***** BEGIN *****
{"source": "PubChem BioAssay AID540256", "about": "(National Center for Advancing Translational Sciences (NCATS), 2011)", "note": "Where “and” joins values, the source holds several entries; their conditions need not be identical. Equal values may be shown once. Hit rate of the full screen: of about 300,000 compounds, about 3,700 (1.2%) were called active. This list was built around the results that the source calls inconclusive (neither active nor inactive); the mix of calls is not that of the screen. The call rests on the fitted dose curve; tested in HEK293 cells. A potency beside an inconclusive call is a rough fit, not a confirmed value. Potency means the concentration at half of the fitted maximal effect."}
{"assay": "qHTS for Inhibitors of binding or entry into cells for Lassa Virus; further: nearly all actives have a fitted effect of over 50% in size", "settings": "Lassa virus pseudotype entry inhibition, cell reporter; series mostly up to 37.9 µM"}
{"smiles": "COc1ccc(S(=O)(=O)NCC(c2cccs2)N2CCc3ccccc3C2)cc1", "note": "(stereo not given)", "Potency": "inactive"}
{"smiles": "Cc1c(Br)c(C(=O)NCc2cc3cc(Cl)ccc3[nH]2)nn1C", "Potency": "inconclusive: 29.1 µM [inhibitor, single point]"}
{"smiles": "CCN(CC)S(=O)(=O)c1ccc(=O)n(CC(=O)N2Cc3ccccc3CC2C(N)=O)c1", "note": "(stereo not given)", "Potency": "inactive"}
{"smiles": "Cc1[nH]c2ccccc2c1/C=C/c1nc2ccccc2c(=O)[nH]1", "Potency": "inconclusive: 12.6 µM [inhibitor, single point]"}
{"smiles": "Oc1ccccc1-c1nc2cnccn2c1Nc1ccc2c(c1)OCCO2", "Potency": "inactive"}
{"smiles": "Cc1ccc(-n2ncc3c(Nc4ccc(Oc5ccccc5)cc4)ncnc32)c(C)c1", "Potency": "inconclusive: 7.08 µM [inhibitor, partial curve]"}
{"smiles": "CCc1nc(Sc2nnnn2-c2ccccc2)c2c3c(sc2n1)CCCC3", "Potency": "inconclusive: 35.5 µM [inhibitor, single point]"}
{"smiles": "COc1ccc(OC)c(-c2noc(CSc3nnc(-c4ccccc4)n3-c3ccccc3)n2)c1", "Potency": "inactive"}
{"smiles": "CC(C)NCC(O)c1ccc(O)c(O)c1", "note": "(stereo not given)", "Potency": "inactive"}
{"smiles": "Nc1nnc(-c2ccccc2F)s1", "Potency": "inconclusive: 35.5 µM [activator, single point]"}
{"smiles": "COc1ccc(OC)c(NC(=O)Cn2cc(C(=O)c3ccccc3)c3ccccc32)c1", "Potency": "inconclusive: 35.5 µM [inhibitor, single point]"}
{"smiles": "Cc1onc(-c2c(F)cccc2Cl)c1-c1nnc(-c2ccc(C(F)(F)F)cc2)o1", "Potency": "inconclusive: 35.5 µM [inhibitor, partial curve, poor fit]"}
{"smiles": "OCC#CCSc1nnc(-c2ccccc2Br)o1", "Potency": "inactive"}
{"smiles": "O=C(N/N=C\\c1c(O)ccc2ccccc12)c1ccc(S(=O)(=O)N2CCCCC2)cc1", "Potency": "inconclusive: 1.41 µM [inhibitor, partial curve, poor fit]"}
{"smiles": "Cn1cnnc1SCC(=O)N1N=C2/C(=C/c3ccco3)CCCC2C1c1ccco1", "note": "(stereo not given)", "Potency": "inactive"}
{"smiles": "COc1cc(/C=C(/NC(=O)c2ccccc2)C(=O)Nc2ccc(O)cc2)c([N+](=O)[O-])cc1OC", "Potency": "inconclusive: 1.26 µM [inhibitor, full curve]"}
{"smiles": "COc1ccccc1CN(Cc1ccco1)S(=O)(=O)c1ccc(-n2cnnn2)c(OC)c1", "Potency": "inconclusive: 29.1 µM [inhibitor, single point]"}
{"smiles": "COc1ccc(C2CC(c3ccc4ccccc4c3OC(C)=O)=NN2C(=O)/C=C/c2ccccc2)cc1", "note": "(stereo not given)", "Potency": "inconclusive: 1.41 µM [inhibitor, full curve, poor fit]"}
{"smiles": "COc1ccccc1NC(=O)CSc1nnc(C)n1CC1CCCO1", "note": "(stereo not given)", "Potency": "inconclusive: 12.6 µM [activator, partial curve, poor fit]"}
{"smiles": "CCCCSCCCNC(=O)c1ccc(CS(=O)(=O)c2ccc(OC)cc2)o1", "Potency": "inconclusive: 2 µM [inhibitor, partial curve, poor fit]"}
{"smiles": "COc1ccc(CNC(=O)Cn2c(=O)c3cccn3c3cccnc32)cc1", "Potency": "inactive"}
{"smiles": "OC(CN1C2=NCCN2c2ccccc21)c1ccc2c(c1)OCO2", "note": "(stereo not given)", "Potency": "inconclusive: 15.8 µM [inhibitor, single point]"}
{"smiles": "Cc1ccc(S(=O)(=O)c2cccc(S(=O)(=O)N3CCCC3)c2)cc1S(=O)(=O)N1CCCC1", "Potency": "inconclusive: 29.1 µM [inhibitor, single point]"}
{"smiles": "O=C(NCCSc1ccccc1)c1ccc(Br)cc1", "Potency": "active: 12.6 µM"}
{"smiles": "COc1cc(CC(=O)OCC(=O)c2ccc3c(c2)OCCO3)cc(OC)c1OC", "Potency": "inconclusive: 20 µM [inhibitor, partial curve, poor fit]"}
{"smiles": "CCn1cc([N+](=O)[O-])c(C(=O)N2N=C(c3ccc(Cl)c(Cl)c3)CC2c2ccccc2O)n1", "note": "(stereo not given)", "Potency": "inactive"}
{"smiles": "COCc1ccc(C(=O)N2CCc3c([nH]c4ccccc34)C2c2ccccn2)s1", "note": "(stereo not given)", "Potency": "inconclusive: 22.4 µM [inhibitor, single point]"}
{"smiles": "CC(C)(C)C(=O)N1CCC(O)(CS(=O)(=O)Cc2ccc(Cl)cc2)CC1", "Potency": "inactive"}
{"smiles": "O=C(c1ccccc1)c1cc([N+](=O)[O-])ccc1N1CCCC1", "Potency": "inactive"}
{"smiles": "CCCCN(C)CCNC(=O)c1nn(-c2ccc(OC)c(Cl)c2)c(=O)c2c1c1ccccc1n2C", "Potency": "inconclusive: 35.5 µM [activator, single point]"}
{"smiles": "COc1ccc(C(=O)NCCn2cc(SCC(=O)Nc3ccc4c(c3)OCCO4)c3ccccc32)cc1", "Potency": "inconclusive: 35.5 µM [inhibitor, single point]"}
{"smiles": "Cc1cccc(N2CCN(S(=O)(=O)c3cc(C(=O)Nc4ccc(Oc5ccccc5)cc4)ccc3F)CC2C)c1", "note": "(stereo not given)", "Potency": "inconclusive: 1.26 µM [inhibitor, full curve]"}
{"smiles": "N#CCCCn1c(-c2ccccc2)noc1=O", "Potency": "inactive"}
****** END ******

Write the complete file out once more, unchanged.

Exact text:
{"source": "PubChem BioAssay AID540256", "about": "(National Center for Advancing Translational Sciences (NCATS), 2011)", "note": "Where “and” joins values, the source holds several entries; their conditions need not be identical. Equal values may be shown once. Hit rate of the full screen: of about 300,000 compounds, about 3,700 (1.2%) were called active. This list was built around the results that the source calls inconclusive (neither active nor inactive); the mix of calls is not that of the screen. The call rests on the fitted dose curve; tested in HEK293 cells. A potency beside an inconclusive call is a rough fit, not a confirmed value. Potency means the concentration at half of the fitted maximal effect."}
{"assay": "qHTS for Inhibitors of binding or entry into cells for Lassa Virus; further: nearly all actives have a fitted effect of over 50% in size", "settings": "Lassa virus pseudotype entry inhibition, cell reporter; series mostly up to 37.9 µM"}
{"smiles": "COc1ccc(S(=O)(=O)NCC(c2cccs2)N2CCc3ccccc3C2)cc1", "note": "(stereo not given)", "Potency": "inactive"}
{"smiles": "Cc1c(Br)c(C(=O)NCc2cc3cc(Cl)ccc3[nH]2)nn1C", "Potency": "inconclusive: 29.1 µM [inhibitor, single point]"}
{"smiles": "CCN(CC)S(=O)(=O)c1ccc(=O)n(CC(=O)N2Cc3ccccc3CC2C(N)=O)c1", "note": "(stereo not given)", "Potency": "inactive"}
{"smiles": "Cc1[nH]c2ccccc2c1/C=C/c1nc2ccccc2c(=O)[nH]1", "Potency": "inconclusive: 12.6 µM [inhibitor, single point]"}
{"smiles": "Oc1ccccc1-c1nc2cnccn2c1Nc1ccc2c(c1)OCCO2", "Potency": "inactive"}
{"smiles": "Cc1ccc(-n2ncc3c(Nc4ccc(Oc5ccccc5)cc4)ncnc32)c(C)c1", "Potency": "inconclusive: 7.08 µM [inhibitor, partial curve]"}
{"smiles": "CCc1nc(Sc2nnnn2-c2ccccc2)c2c3c(sc2n1)CCCC3", "Potency": "inconclusive: 35.5 µM [inhibitor, single point]"}
{"smiles": "COc1ccc(OC)c(-c2noc(CSc3nnc(-c4ccccc4)n3-c3ccccc3)n2)c1", "Potency": "inactive"}
{"smiles": "CC(C)NCC(O)c1ccc(O)c(O)c1", "note": "(stereo not given)", "Potency": "inactive"}
{"smiles": "Nc1nnc(-c2ccccc2F)s1", "Potency": "inconclusive: 35.5 µM [activator, single point]"}
{"smiles": "COc1ccc(OC)c(NC(=O)Cn2cc(C(=O)c3ccccc3)c3ccccc32)c1", "Potency": "inconclusive: 35.5 µM [inhibitor, single point]"}
{"smiles": "Cc1onc(-c2c(F)cccc2Cl)c1-c1nnc(-c2ccc(C(F)(F)F)cc2)o1", "Potency": "inconclusive: 35.5 µM [inhibitor, partial curve, poor fit]"}
{"smiles": "OCC#CCSc1nnc(-c2ccccc2Br)o1", "Potency": "inactive"}
{"smiles": "O=C(N/N=C\\c1c(O)ccc2ccccc12)c1ccc(S(=O)(=O)N2CCCCC2)cc1", "Potency": "inconclusive: 1.41 µM [inhibitor, partial curve, poor fit]"}
{"smiles": "Cn1cnnc1SCC(=O)N1N=C2/C(=C/c3ccco3)CCCC2C1c1ccco1", "note": "(stereo not given)", "Potency": "inactive"}
{"smiles": "COc1cc(/C=C(/NC(=O)c2ccccc2)C(=O)Nc2ccc(O)cc2)c([N+](=O)[O-])cc1OC", "Potency": "inconclusive: 1.26 µM [inhibitor, full curve]"}
{"smiles": "COc1ccccc1CN(Cc1ccco1)S(=O)(=O)c1ccc(-n2cnnn2)c(OC)c1", "Potency": "inconclusive: 29.1 µM [inhibitor, single point]"}
{"smiles": "COc1ccc(C2CC(c3ccc4ccccc4c3OC(C)=O)=NN2C(=O)/C=C/c2ccccc2)cc1", "note": "(stereo not given)", "Potency": "inconclusive: 1.41 µM [inhibitor, full curve, poor fit]"}
{"smiles": "COc1ccccc1NC(=O)CSc1nnc(C)n1CC1CCCO1", "note": "(stereo not given)", "Potency": "inconclusive: 12.6 µM [activator, partial curve, poor fit]"}
{"smiles": "CCCCSCCCNC(=O)c1ccc(CS(=O)(=O)c2ccc(OC)cc2)o1", "Potency": "inconclusive: 2 µM [inhibitor, partial curve, poor fit]"}
{"smiles": "COc1ccc(CNC(=O)Cn2c(=O)c3cccn3c3cccnc32)cc1", "Potency": "inactive"}
{"smiles": "OC(CN1C2=NCCN2c2ccccc21)c1ccc2c(c1)OCO2", "note": "(stereo not given)", "Potency": "inconclusive: 15.8 µM [inhibitor, single point]"}
{"smiles": "Cc1ccc(S(=O)(=O)c2cccc(S(=O)(=O)N3CCCC3)c2)cc1S(=O)(=O)N1CCCC1", "Potency": "inconclusive: 29.1 µM [inhibitor, single point]"}
{"smiles": "O=C(NCCSc1ccccc1)c1ccc(Br)cc1", "Potency": "active: 12.6 µM"}
{"smiles": "COc1cc(CC(=O)OCC(=O)c2ccc3c(c2)OCCO3)cc(OC)c1OC", "Potency": "inconclusive: 20 µM [inhibitor, partial curve, poor fit]"}
{"smiles": "CCn1cc([N+](=O)[O-])c(C(=O)N2N=C(c3ccc(Cl)c(Cl)c3)CC2c2ccccc2O)n1", "note": "(stereo not given)", "Potency": "inactive"}
{"smiles": "COCc1ccc(C(=O)N2CCc3c([nH]c4ccccc34)C2c2ccccn2)s1", "note": "(stereo not given)", "Potency": "inconclusive: 22.4 µM [inhibitor, single point]"}
{"smiles": "CC(C)(C)C(=O)N1CCC(O)(CS(=O)(=O)Cc2ccc(Cl)cc2)CC1", "Potency": "inactive"}
{"smiles": "O=C(c1ccccc1)c1cc([N+](=O)[O-])ccc1N1CCCC1", "Potency": "inactive"}
{"smiles": "CCCCN(C)CCNC(=O)c1nn(-c2ccc(OC)c(Cl)c2)c(=O)c2c1c1ccccc1n2C", "Potency": "inconclusive: 35.5 µM [activator, single point]"}
{"smiles": "COc1ccc(C(=O)NCCn2cc(SCC(=O)Nc3ccc4c(c3)OCCO4)c3ccccc32)cc1", "Potency": "inconclusive: 35.5 µM [inhibitor, single point]"}
{"smiles": "Cc1cccc(N2CCN(S(=O)(=O)c3cc(C(=O)Nc4ccc(Oc5ccccc5)cc4)ccc3F)CC2C)c1", "note": "(stereo not given)", "Potency": "inconclusive: 1.26 µM [inhibitor, full curve]"}
{"smiles": "N#CCCCn1c(-c2ccccc2)noc1=O", "Potency": "inactive"}